Health Board chief: Government needs to listen more, pontificate less ({{contentCtrl.commentsTotal}})

Health Board head Merike Jürilo at a press conference with Tanel Kiik, social affairs minister, Thursday, shortly after she announced her resignation.
Health Board head Merike Jürilo at a press conference with Tanel Kiik, social affairs minister, Thursday, shortly after she announced her resignation. Source: Priit Mürk/ERR

Health Board chief Merike Jürilo, who announced her resignation Thursday, says that having to argue with various government members in response to their frequent issuing of their non-expert thoughts on coronavirus and related matters, while trying to manage a crisis, had not proved viable.

Jürilo and the Health Board had faced criticism from the government at times, including from Prime Minister Jüri Ratas (Center), over their handling of the COVID-19 pandemic in Estonia, most notably over a decision to allow a volleyball competition on Saaremaa to go ahead with the involvement of a visiting team from Northern Italy.

The region was the hardest hit worldwide by the coronavirus at that time (early March); Saaremaa became by far the most affected region of Estonia with its main hospital in Kuressaare under severe pressure as cases mounted.

"Humanly speaking, it is difficult in such moments. Considering that Estonia has done well in the crisis, I can be satisfied," Jürilo told ETV news show "Aktutualne kaamera" Thursday night.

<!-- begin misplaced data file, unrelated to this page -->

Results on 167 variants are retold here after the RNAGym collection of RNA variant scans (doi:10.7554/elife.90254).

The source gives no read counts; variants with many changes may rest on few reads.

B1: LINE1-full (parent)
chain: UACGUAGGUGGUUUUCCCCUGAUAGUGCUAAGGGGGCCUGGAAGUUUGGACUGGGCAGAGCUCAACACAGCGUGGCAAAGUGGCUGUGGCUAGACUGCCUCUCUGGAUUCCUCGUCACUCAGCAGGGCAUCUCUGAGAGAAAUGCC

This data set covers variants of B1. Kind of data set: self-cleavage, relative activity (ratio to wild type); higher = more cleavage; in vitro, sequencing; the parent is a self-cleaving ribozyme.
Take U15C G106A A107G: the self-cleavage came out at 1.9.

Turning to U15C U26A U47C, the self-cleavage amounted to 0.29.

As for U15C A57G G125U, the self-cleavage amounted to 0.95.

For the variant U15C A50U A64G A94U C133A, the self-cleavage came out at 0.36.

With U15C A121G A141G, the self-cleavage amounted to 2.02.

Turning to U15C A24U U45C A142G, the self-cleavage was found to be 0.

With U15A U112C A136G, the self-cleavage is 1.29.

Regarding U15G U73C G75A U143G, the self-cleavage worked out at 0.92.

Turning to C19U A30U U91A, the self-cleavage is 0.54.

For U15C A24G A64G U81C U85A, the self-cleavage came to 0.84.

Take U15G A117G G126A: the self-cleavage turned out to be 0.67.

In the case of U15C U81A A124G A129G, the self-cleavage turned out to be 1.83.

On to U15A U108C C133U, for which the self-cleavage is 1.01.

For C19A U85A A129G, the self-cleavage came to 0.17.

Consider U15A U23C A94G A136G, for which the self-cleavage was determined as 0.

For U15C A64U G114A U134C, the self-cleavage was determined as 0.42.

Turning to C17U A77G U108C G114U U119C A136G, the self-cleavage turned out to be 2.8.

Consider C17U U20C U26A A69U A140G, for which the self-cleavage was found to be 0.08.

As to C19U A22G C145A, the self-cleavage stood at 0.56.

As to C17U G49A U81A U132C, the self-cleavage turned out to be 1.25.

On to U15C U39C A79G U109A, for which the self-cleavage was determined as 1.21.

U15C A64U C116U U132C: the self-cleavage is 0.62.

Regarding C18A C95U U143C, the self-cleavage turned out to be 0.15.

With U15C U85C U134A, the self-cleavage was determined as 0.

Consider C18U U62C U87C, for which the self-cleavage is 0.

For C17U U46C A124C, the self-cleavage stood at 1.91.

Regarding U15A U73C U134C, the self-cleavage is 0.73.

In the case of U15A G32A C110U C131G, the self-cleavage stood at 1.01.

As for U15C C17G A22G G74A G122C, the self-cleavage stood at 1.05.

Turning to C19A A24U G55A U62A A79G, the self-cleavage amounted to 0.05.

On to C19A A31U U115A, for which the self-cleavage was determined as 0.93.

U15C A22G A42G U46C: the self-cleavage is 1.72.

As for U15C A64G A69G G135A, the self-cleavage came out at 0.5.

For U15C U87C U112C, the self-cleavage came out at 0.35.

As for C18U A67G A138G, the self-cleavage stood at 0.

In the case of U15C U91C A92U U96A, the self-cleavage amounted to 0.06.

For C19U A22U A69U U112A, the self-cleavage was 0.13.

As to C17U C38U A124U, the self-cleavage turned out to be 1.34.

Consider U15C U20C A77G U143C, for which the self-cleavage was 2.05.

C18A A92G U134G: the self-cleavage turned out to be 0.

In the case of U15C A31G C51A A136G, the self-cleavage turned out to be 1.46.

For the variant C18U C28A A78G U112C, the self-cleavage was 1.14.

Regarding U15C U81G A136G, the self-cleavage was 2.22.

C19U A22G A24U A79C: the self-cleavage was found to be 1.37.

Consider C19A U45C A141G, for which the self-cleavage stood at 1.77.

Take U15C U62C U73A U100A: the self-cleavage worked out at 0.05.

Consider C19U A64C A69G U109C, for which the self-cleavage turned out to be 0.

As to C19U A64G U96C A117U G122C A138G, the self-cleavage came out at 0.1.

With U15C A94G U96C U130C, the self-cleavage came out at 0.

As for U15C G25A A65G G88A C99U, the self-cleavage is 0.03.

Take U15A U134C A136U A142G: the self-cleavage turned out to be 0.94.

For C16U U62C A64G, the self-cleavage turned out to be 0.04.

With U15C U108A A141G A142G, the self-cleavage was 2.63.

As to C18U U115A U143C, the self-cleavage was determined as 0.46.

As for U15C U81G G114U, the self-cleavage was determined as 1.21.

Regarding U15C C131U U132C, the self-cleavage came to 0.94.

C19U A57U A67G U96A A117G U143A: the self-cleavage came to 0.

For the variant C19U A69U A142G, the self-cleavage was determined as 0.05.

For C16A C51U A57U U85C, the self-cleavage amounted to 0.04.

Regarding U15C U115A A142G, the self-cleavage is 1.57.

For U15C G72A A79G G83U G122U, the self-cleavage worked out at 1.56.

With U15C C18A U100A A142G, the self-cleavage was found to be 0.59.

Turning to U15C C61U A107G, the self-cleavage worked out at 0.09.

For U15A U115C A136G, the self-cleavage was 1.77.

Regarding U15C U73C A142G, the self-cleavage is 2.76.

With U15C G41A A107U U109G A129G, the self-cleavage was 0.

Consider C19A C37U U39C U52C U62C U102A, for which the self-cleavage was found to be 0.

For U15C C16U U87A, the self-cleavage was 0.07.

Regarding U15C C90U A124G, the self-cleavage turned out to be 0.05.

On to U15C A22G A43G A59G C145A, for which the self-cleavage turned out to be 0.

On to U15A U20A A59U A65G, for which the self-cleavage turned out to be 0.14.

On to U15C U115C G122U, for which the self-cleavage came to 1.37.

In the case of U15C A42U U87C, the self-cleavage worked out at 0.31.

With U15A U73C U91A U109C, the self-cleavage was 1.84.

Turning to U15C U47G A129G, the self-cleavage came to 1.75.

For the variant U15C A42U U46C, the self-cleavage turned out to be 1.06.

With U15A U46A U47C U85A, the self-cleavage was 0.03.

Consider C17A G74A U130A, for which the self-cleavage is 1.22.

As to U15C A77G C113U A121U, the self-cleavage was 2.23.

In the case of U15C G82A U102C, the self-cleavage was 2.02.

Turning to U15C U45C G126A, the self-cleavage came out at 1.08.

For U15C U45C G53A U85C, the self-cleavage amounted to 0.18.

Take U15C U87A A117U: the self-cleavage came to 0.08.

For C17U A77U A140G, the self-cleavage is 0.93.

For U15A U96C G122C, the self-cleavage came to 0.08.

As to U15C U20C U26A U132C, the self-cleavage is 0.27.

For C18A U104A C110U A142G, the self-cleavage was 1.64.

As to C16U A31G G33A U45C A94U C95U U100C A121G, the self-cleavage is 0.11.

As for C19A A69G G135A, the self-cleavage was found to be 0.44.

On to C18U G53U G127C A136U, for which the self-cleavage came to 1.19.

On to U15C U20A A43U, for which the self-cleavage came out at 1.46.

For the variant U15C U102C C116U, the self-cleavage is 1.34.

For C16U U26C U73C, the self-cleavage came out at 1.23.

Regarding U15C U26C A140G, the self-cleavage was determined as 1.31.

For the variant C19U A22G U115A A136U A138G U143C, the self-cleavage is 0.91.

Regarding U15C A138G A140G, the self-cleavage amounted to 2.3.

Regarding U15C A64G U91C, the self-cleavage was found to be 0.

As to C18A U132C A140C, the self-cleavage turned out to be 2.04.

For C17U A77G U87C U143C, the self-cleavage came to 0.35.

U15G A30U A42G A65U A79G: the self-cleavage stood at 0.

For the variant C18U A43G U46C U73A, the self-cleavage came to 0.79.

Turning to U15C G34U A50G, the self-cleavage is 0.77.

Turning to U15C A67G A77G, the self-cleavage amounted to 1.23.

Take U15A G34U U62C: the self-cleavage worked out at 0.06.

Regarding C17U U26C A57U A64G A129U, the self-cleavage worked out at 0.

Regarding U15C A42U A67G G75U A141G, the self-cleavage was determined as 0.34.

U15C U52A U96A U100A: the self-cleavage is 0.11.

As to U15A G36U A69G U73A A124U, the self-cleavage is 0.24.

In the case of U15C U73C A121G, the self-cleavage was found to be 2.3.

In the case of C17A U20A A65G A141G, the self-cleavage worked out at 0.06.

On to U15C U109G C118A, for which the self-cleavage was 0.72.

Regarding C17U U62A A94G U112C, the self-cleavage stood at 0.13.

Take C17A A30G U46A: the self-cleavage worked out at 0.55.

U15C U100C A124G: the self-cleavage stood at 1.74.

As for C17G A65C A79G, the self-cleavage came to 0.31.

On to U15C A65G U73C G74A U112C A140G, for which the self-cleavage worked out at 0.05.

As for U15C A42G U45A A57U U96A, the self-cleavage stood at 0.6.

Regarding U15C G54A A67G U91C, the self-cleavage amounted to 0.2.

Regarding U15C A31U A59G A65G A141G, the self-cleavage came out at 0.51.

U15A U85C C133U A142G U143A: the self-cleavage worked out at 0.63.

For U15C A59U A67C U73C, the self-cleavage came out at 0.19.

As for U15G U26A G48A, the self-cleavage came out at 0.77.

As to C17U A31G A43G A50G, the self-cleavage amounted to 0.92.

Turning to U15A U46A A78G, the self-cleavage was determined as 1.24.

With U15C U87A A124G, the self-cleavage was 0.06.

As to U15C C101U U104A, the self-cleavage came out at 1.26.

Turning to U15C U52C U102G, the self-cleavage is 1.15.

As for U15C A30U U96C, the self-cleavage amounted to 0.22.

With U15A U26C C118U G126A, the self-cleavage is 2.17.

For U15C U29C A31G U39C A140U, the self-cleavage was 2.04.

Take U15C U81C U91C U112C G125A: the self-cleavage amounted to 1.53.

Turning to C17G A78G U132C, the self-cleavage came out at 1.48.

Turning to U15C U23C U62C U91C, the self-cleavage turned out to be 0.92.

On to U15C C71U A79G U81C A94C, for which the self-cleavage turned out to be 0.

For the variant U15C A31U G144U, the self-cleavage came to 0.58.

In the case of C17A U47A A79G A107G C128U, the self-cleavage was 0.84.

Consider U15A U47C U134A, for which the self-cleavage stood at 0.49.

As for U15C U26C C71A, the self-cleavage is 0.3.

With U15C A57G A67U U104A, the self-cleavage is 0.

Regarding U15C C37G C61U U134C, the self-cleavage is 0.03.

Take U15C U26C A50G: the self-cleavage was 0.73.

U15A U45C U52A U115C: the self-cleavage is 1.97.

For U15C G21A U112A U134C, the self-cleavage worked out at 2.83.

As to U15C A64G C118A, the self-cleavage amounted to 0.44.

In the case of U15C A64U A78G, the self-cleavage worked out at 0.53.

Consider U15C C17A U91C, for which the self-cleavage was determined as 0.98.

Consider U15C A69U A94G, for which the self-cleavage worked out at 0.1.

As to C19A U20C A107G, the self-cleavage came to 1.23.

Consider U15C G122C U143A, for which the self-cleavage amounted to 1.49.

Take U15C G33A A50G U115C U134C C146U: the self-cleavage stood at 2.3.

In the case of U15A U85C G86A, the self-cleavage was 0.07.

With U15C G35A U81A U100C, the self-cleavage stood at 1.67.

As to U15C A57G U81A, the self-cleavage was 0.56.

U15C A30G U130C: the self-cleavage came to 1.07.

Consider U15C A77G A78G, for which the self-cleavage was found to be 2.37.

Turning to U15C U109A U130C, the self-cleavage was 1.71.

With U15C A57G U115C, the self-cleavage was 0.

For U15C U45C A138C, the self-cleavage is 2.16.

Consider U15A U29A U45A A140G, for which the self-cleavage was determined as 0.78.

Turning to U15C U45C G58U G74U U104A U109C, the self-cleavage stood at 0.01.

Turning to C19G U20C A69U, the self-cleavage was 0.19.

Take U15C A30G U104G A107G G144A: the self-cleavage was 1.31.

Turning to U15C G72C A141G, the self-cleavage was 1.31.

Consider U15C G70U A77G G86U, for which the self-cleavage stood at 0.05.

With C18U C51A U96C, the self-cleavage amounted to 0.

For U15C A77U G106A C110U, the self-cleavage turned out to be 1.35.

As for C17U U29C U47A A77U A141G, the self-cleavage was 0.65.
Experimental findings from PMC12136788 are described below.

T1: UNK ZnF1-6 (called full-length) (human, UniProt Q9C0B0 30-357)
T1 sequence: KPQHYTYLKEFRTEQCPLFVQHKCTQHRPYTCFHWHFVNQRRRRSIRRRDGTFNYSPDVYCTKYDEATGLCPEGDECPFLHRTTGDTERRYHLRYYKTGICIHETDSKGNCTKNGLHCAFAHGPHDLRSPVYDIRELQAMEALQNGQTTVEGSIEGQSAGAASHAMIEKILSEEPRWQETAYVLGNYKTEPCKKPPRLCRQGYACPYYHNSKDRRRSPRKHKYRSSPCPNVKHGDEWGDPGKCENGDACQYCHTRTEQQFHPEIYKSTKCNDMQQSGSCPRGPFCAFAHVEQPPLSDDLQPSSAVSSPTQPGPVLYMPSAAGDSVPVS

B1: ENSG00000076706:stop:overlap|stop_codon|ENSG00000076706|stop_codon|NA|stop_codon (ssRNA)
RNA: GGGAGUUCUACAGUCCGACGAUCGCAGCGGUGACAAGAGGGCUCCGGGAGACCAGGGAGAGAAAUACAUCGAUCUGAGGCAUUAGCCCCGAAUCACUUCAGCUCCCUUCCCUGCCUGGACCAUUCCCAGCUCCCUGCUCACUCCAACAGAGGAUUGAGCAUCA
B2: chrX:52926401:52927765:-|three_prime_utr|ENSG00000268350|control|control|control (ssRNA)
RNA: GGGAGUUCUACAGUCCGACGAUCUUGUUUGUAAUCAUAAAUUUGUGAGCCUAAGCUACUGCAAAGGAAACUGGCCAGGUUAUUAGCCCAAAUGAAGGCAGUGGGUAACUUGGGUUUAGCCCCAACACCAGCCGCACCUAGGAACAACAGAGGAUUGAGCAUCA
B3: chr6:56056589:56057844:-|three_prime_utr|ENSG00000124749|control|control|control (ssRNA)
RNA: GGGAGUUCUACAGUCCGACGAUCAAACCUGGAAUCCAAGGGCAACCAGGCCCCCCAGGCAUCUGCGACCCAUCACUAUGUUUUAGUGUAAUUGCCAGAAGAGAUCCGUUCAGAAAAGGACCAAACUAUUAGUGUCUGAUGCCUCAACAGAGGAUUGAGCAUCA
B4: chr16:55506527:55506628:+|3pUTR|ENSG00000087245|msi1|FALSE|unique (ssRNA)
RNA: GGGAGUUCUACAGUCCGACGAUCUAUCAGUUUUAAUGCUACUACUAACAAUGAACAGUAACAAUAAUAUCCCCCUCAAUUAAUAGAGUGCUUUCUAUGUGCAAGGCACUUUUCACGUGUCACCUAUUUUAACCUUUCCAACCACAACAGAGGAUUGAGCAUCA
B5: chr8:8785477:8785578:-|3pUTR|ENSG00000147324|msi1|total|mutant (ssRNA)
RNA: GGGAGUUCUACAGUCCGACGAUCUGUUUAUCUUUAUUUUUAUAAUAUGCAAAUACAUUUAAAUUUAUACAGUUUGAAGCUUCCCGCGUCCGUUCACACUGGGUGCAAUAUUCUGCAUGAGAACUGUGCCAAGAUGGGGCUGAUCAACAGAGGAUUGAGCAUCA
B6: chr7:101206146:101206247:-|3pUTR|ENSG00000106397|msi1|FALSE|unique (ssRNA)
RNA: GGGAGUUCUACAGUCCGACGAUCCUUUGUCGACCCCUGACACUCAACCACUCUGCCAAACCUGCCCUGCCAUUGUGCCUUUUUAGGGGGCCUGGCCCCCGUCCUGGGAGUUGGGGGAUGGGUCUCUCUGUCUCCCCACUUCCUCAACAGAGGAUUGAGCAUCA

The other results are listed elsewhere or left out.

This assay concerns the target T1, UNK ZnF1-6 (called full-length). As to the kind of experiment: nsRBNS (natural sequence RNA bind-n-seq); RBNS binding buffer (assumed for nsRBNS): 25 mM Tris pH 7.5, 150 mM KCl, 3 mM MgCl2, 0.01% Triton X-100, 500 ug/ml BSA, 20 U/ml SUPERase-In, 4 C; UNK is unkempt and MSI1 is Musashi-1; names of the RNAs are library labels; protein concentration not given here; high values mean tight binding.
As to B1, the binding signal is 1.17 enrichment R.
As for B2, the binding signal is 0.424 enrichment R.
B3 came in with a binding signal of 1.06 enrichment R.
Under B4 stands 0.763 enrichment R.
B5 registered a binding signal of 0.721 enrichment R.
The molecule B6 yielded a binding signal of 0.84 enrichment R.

Jürilo said the crisis has affected every Estonian and in a way.

"As head of the Health Board, I say that if you manage a crisis for 16-18 hours for four or five months in a row, you can maintain that for the sake of people's lives and well-being, but you can't get into arguments with the government on trivial matters," she said.

There are many ministers in the government, Jürilo said (15 in total, including the prime minister-ed.) all of whom hold their own opinions on a wide range of issues. However, not all of them listen to expert opinion enough, she said.

"I very much hope that a culture will develop more and more in Estonia where we listen to experts, take into account their opinions, and still get to solve health care events based on the opinions of people working in the field of health," Jürilo noted.

Jürilo also said the dialogue with the government had been limited from the point of view of the Health Board. "This is definitely the place where the government could get better," she added.

Jürilo had had the public backing of social affairs minister Tanel Kiik (Center) until Wednesday evening, when the latter gave an interview to daily Postimees in which he intimated, without naming her by name, that the government no longer had confidence in her as Health Board leader. Jürilo resigned the next day. A final bone of contention the goverrnment had raised was the Health Board decision to redistribute donated COVID-19 test kits which were no longer needed.

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Editor: Andrew Whyte

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